The eucalyptuses swayed, embraced and kissed, and swayed away. The wind blew harder and they swayed again, this time embracing each other for a longer moment before they swayed apart. On the backyard, I stood amidst the bamboos and wilderness, withdrawn from the world, my eyes following the movements of the two eucalyptuses.
The wind had not blown so fiercely in the last two years. The scene outside was exhilarating. In fact, coming from a world where sounds of drilling machines, horns and loud stereos reign, I didn’t have any idea what it was to see and hear nature dancing to its own tunes. I came out of my room to feel the first drops of rain on my face, to inhale the scent of earth, to turn nostalgic.
“Laal? Where are you heading to in this storm?”
“To fetch the cows, they must be frightened. This time we are going to get a good harvest, though.” He went on, whistling.
Laal was the oldest man alive in the village, still hale and hearty in his mid-eighties. He often whistled while feeding or rearing his cattle. I caught the festive mood too; I brought my umbrella out and stepped on the first puddle, then the second, the third and marched ahead, splashing mud and singing to myself without any destination in mind. Yet, I knew I would struggle between my heart wanting to cut short in front of Deepti’s house and pay her a visit and my mind forcing me to shed off any hopes lingering at the back of it. I turned to take the outer road, the road which passed behind Deepti’s house and in front of the richer part of the village with wealthy settlers and a buzzing market area.
“Samiran, it seems you are enjoying the weather. What about a hot cup of tea?” Nirmaali offered, standing sheltered in the verandah of her house.
I halted at their entrance. “No thanks; some other day.”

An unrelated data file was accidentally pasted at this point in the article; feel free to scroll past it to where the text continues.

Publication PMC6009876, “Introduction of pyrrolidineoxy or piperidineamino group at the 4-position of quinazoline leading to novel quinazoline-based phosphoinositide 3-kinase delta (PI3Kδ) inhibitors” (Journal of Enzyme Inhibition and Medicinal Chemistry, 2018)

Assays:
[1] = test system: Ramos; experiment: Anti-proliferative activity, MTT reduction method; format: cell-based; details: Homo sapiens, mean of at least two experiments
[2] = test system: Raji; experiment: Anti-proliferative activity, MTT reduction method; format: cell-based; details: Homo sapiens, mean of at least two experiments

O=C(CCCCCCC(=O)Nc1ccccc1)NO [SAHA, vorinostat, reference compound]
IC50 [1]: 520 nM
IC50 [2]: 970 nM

“Out on business?” she asked again, smiling.
“Yes.” I lied and sauntered on.
I reached the abandoned rice mill from where the main road divided into the inner and outer road. I saw the eucalyptuses moving to and fro. Tall as they were, it was easy to notice them from any point in the village. Some used to say a young girl hanged herself from the large peepal tree behind the mill and her spirit roamed about.
A while later, I crossed the largest grocery shop in the village; it was owned by Dhanuaa, a short and stout man in his seventies. His son Mantu ran the business now. He was younger to me by a few years but he looked older and wiser; unlike me, he had stayed in this village since his birth.
“How is it going, Mantu?” I greeted him.
“Good! Good! Where are you heading to, Doctor?” Mantu asked, as he pushed a carton of uncle chip packets inside the shop.
“Nowhere in particular; just enjoying the weather.”
Thunder cracked again and the wind blew harder. Shivers ran along the exposed part of my hands. I bade him farewell and walked ahead. My heart thumped louder as I approached Deepti’s house. She always brought the worst out in me; at all times her eyes were aflame Continue reading “CORRIDORS OF TIME AND THE WITNESSES”